ESSAY- Sky man: Would he like to come and meet us?


When you're pedaling away on your bike, you don't expect to look up in the sky and see the head of a gigantic man. But that's what happened to me.

Looming over the mountaintop was a man in a blue, squared-off cap, like a French policeman, his expression one of boredom and disengagement as he surveyed the landscape and slowly nodded.

In one of those endless nanoseconds that life dishes up every now and again, I wondered whether this was the face of God, the God of my childhood who loomed over mankind the way I loomed over my dolls, as I invented dramas for them, even arranging the death of my Ken doll whose corpse I encased in a padded sewing basket and entombed among forgotten books in the cellar.

The sight of mega-man in the sky, for that split second, was both shocking and understandable, something I suddenly realized I'd expected all along.

This experience should not have sparked the existential freakout that ensued, because I was, after all, at the gym, and this was a stationary bike with an interactive video screen.

I've been working out on this bike for the past few weeks, trying out several of the dozens of routes offered on the menu.

Yesterday, I chose a route with the ordinary sounding name of "Ironhorse Rush." I checked out the preview: There was a bike path next to a train track, a few houses. The sky looked a little gloomy, but the 6-mile route up a mountain and back down again appeared to be suitably challenging. 

I touched the icon to select it, and I was off and pedaling. But what was that up in the sky? A building? Maybe. But it looked like a bulletin board. Nah, couldn't be. I pass that, and then I see, over the top of the mountain, the enormous man. He's looking around, and then, he's looking right at me. 

The thing is, when you're engaged in this kind of faux reality, you're sweating and struggling, and you feel like you're inhabiting the landscape, pedaling harder on the hills, slacking off on the downhills, enjoying the view of the ocean or sunset or whatever scene your chosen path takes you through.

So disturbing was this experience that I had to turn away and look around the gym to remind myself that it's only a computer screen.

All around me were people laboring on their own machines, focusing on private screens and lost in alternate realities.

But I was drawn back into my own screen, and it was starting to feel as real as the gym around me.

As I pedaled up and around the mountain, a train passed by below. That's when it struck me: What had initially appeared to be "sky" was the interior of a model-train enthusiast's basement.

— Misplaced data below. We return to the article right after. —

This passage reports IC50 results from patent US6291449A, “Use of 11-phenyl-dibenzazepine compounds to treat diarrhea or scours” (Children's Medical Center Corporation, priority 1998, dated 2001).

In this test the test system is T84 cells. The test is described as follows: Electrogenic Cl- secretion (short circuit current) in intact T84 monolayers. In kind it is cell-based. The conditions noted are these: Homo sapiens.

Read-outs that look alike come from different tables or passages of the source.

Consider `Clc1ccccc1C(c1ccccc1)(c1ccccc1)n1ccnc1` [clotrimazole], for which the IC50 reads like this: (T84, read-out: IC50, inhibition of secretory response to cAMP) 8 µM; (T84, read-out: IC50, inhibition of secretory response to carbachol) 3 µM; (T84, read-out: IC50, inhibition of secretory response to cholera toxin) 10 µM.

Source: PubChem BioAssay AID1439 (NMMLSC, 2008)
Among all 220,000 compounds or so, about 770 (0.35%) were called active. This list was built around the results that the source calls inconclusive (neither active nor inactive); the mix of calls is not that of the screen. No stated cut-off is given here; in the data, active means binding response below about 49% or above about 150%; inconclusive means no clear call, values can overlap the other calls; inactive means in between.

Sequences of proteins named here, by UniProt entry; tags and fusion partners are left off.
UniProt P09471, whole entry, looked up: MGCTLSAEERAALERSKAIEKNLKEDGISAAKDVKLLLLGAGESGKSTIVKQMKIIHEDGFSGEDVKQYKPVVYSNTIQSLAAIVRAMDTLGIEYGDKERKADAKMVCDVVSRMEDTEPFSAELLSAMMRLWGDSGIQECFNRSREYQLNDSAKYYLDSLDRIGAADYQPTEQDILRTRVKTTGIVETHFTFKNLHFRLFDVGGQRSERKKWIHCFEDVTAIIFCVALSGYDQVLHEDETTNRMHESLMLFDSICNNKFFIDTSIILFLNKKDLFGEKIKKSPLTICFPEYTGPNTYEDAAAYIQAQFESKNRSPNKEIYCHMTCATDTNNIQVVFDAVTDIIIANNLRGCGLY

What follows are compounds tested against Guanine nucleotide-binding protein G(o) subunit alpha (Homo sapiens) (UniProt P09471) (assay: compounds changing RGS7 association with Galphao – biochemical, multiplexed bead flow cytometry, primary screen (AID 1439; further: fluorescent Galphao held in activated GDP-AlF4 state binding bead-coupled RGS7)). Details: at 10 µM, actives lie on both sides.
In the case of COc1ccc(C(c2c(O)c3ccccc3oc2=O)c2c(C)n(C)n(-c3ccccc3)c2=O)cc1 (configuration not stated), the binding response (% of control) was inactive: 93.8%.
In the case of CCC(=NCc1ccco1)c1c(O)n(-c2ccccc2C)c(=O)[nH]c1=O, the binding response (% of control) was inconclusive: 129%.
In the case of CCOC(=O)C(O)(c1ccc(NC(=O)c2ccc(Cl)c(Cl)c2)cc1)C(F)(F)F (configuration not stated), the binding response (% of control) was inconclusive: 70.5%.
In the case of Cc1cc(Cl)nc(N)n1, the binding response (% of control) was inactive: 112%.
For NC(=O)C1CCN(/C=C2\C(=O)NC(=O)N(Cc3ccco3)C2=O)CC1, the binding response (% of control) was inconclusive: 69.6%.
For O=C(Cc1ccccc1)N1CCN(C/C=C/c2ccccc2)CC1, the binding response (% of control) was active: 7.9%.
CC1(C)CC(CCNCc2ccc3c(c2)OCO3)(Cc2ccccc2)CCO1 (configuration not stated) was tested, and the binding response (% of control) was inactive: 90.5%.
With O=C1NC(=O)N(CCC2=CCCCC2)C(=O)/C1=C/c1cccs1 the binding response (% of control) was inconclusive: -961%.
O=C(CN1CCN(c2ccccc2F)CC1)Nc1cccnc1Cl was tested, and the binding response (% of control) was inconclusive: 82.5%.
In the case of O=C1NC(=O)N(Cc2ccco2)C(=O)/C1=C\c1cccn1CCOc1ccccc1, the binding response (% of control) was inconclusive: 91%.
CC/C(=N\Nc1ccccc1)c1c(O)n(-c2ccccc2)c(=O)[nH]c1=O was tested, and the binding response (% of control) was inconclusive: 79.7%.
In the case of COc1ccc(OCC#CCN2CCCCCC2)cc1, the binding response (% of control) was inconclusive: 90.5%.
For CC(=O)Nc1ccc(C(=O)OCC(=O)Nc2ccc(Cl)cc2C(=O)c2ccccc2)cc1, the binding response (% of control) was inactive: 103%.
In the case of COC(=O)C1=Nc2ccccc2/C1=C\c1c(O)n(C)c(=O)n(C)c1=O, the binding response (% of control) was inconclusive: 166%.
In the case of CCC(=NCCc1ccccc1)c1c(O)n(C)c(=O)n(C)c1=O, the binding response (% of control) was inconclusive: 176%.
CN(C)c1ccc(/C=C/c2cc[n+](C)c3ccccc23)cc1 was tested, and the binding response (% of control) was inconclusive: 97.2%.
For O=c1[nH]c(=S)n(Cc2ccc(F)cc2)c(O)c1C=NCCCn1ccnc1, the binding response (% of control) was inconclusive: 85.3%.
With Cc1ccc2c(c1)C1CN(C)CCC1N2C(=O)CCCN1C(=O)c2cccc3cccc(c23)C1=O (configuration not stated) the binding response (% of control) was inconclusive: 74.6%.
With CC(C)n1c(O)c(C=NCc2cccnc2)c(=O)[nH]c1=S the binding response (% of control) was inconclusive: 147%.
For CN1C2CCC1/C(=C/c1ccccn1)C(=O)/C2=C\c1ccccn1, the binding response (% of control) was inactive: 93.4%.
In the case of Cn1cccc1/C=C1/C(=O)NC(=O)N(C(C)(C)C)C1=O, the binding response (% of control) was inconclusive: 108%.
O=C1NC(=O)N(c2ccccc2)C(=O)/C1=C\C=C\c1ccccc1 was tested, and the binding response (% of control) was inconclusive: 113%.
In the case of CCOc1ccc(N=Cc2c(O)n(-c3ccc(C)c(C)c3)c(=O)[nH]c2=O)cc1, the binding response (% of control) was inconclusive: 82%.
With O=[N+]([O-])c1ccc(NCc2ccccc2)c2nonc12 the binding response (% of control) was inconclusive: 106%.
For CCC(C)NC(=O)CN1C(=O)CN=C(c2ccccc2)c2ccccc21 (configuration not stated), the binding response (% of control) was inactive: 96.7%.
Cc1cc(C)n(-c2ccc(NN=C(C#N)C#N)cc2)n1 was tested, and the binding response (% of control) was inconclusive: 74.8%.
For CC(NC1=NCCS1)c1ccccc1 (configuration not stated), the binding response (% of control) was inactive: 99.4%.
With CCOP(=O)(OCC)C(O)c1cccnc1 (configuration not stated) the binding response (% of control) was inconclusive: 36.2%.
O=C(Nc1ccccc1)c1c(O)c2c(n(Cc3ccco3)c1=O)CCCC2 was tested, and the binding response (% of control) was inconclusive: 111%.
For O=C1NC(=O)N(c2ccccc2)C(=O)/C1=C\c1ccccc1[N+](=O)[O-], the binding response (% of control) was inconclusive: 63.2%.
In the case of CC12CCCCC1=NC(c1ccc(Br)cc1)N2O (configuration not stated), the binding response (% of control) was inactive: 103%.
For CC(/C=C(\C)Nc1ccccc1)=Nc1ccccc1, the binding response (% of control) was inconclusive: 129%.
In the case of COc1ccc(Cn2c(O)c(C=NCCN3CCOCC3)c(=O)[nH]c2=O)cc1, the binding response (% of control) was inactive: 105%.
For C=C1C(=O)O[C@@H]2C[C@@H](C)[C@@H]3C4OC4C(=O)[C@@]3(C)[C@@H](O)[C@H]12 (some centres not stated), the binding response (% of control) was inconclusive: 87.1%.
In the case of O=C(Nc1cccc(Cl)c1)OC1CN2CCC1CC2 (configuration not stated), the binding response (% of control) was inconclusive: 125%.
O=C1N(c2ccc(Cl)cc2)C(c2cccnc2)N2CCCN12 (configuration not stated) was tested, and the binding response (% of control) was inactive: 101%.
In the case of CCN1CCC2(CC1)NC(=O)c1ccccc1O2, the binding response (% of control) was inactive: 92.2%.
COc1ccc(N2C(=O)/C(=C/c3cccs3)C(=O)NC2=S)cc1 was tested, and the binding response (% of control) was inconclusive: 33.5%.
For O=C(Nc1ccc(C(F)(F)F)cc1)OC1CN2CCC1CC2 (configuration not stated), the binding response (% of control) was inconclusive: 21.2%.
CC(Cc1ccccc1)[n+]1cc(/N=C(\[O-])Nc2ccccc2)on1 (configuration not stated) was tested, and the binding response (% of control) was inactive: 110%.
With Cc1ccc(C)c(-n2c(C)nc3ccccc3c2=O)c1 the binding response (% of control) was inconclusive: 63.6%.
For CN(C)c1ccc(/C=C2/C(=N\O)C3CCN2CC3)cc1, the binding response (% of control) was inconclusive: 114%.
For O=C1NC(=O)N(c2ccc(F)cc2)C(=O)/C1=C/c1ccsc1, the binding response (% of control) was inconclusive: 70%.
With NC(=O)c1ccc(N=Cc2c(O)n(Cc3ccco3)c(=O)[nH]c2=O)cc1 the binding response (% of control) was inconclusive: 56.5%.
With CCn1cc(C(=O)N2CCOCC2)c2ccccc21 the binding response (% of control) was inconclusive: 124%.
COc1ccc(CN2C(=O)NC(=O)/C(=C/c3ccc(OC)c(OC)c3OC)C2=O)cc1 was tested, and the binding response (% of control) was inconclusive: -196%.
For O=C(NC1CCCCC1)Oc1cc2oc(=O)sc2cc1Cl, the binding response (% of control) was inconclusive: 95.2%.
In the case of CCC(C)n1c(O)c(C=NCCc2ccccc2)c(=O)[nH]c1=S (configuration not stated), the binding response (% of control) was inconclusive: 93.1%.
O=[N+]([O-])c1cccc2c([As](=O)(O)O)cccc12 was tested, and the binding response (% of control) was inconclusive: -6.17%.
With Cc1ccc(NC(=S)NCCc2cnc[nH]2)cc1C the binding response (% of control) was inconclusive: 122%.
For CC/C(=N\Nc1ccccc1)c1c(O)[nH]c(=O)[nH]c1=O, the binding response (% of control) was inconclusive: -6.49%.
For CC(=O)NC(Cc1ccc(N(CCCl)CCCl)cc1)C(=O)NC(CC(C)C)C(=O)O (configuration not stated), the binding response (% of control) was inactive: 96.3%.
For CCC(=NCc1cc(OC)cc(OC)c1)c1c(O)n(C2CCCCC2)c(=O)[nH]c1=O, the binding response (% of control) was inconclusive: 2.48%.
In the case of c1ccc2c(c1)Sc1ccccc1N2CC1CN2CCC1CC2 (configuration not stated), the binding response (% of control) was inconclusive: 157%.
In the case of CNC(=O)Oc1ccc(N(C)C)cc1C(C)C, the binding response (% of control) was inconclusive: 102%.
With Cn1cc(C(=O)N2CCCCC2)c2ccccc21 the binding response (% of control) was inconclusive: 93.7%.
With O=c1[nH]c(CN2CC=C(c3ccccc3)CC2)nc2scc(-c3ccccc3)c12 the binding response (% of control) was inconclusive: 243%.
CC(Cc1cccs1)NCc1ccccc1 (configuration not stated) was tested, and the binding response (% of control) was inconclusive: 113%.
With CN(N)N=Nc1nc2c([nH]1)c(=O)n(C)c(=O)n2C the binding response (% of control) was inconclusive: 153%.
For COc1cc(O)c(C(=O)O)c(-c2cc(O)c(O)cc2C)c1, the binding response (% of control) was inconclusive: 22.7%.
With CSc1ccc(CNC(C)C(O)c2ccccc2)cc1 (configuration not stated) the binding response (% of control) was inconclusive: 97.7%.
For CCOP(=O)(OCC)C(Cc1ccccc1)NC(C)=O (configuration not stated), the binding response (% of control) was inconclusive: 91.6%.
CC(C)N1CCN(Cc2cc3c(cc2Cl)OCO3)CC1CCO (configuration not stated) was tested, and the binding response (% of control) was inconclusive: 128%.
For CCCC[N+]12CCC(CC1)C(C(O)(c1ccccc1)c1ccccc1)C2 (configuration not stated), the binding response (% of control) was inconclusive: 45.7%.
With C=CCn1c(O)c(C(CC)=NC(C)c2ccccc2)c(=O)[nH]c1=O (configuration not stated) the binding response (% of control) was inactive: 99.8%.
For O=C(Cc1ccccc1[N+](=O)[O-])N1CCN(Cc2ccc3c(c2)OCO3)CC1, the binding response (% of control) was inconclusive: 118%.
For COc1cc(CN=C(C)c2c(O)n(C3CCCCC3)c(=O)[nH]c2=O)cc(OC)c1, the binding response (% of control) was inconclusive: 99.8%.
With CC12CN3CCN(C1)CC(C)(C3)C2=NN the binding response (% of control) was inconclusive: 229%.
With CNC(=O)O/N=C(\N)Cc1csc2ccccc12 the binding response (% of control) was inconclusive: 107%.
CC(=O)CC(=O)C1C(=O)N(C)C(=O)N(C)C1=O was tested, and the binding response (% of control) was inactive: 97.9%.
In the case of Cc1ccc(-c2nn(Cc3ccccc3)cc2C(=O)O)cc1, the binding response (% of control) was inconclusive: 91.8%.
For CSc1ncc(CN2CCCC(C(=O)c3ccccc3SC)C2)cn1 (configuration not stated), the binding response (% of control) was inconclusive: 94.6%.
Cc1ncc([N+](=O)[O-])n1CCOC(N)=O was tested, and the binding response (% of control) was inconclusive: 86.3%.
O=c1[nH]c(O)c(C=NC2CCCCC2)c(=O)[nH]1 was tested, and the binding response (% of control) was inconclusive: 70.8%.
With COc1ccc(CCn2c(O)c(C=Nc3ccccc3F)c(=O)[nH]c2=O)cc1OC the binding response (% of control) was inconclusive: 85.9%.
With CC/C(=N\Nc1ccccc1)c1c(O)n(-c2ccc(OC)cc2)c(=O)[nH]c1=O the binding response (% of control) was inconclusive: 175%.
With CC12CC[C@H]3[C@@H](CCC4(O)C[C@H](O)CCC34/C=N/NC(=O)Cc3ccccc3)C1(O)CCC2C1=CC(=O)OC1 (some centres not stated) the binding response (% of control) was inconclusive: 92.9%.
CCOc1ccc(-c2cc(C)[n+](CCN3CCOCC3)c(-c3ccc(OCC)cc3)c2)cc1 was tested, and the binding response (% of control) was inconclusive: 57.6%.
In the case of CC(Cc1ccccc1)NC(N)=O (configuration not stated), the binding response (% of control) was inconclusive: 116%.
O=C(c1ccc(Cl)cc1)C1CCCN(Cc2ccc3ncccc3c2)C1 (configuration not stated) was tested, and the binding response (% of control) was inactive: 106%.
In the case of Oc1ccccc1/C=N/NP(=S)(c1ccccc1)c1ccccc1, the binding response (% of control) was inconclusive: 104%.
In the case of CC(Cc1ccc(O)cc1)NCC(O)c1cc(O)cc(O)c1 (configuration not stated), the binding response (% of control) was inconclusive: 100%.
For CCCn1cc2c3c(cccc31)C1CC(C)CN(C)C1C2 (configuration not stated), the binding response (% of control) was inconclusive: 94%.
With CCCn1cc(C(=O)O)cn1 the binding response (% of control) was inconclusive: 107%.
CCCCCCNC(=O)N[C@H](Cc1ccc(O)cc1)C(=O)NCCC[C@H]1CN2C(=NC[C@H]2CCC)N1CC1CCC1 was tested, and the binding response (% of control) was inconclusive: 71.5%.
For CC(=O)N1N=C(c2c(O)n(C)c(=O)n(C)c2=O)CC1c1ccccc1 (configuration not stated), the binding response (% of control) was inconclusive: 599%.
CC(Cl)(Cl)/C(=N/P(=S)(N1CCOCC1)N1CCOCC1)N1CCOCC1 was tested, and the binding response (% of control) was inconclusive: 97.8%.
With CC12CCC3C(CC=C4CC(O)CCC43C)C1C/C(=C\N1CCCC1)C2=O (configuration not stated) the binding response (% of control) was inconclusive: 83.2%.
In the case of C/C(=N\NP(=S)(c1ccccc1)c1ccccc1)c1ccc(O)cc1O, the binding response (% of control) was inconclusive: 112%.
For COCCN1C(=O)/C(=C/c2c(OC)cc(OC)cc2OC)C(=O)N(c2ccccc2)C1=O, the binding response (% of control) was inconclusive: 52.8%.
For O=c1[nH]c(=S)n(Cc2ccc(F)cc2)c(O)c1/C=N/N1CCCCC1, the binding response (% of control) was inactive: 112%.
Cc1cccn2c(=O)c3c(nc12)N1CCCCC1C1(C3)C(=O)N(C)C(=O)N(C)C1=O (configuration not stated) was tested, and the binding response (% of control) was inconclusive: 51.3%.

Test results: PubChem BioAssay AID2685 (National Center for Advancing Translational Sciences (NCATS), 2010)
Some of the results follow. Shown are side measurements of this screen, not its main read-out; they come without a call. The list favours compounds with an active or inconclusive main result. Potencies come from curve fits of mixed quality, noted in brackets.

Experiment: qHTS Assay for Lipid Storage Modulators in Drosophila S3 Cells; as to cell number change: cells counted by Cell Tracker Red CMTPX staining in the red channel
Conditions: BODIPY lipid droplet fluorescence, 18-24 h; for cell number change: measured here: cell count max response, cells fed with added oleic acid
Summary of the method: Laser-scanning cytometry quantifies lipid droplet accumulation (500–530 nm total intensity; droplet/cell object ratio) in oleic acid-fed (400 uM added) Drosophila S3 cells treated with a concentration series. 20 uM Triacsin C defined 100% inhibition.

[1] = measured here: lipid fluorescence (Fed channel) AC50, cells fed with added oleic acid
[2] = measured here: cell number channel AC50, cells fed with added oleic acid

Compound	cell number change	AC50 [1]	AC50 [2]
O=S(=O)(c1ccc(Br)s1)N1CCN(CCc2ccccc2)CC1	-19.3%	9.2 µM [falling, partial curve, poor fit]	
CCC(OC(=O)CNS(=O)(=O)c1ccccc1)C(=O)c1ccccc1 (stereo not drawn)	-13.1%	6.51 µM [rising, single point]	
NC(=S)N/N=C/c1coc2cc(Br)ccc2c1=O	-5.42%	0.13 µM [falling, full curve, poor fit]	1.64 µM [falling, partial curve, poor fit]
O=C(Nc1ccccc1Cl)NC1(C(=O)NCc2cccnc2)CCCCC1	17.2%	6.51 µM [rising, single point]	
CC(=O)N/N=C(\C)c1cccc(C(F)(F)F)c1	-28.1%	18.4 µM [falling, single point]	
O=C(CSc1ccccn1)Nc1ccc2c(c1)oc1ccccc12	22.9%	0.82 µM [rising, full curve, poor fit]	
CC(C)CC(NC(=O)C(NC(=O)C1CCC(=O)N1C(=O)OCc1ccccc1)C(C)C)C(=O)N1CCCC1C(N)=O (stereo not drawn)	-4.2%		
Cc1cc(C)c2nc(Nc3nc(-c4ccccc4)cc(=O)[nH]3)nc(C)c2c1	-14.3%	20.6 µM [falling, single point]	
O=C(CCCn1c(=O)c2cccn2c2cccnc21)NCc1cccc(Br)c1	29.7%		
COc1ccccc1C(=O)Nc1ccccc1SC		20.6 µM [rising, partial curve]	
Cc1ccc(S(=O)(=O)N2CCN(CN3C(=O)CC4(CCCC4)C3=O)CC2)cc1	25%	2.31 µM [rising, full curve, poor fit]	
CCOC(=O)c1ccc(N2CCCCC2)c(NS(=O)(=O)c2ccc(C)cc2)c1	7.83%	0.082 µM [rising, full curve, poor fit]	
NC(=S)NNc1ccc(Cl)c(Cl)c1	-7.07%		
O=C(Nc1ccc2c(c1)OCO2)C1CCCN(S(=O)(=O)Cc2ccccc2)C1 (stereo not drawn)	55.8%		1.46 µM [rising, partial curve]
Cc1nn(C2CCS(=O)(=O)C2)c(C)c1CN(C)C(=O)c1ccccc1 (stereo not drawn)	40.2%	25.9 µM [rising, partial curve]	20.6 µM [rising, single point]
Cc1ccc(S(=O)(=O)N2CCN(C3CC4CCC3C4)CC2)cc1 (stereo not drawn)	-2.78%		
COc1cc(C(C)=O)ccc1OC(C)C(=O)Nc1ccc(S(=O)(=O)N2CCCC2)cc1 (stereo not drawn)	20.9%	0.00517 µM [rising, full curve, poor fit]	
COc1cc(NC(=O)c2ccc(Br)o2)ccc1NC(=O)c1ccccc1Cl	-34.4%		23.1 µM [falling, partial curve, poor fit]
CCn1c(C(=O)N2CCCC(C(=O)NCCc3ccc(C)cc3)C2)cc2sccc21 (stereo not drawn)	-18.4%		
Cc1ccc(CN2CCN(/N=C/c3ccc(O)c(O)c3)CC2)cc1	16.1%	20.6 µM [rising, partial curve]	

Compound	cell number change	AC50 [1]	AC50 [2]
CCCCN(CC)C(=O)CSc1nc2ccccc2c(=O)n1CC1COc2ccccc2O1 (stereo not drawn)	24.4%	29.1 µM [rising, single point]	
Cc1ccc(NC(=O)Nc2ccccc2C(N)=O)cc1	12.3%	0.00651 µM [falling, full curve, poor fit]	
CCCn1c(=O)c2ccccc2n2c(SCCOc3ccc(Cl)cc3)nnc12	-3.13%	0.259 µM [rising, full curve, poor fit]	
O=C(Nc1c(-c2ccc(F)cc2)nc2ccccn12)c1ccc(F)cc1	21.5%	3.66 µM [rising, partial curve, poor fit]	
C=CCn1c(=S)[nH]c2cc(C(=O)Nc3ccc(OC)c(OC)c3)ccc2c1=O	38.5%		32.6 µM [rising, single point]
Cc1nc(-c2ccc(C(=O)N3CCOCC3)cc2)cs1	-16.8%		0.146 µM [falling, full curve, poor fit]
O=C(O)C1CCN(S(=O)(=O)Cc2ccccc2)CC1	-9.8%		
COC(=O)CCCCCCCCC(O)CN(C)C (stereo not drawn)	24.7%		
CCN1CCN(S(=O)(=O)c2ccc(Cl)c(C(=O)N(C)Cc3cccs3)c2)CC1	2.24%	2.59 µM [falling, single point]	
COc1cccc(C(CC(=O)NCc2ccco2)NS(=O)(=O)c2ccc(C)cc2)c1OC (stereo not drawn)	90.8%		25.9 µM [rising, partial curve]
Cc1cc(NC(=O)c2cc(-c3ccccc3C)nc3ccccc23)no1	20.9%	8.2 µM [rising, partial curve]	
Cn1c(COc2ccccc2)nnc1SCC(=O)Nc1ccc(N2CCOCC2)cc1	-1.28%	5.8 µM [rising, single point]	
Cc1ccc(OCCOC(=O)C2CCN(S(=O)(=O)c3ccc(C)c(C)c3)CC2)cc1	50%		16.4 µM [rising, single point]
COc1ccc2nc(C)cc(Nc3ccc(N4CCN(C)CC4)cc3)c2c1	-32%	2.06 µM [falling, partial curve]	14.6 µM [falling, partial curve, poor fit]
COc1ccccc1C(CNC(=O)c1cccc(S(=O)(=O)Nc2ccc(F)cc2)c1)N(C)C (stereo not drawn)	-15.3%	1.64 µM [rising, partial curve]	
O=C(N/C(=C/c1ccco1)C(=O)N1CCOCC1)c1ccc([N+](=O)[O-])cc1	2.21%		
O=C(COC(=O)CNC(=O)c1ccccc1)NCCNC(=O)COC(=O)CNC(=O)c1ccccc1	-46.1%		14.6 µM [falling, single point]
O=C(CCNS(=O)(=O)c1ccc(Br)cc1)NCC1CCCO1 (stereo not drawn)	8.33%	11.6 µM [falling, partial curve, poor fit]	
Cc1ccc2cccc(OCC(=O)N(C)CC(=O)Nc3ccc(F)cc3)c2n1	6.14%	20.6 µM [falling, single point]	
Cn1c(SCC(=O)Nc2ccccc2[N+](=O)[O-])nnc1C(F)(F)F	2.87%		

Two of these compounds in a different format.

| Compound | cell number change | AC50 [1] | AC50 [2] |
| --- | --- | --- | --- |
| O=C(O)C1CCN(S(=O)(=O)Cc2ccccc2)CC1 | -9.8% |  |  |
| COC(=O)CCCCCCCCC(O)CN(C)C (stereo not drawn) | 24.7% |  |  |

The high, tiny window and the skeletal stairway appeared where clouds and birds should have been. A closer look revealed the word "conductor" on the blue cap of the colossus.

My pumping heart and prodigious output of sweat were merely elements in his miniature universe: accessories for the model train.

I recall my father, in a ruminative mood after his 50th birthday, when he was wondering what the point of it all was. He was taking a break from installing our dishwasher, a project that was not going well– not well at all.  

I was thirteen at the time, watching him as he sat at the kitchen table, his unfiltered Camel turning to a cylinder of ash between his fingers as he stared at it and said, to no one in particular, "What if everything, the universe with the galaxies and planets, is just the ash on the end of some giant's cigarette, and right now it's falling." 

He then flicked the cylinder into the ashtray.

Three years later, when his heart stopped, I wanted to ask my father about his cigarette-ash theory. After death, had he discovered a giant who was overseeing all this? And is the giant's world, in turn, a tangential and disposable element from some larger world– a bigger cigarette held by some bigger giant? 

Of course, now I'm also wondering if, when you die, it's like looking away from the interactive video screen and discovering what's been around you all along.

Surrounded, as I am, by screens of all sizes and applications, I should not have freaked out over a silly exercise bike with computer-generated graphics. 

And yet, I'm still feeling uneasy about the whole thing, and find myself glancing skyward from time to time. Just in case.


Sadly, Janis Jaquith's ailing father-in-law, a player in herlast essay, died in mid-June.



That's the benefit of living in a town where nothing happens, you can write a billion words about nothing and somehow get it published.

Very cool!? Scientific American agrees with you, Janis:

"From the relative weakness of gravity to the deep affinity among seemingly distinct particles and forces, various mysteries of the world give us the impression that the known universe is but the shadow of a higher-dimensional reality."

Wasn't it "about" the author's metaphysical train of thought while her heart beat was at an accelerated rate? I liked her dad's image of the universe. Reminded me of a primitive creation myth (e.g., earth sits on the back of a turtle in some macroworld pond). I find imaginative ways of looking at life, well, imaginative.

It's "about" the boring minutia of someone flighty with nothing better to do than wax mundane about a simple computer screen. The level of thought that encompasses could arguably be found in much lower forms of life.

One man's boring is another's interesting. For example, I find comic books boring, but clearly there are those who find them compelling. What's of value is to find the interesting.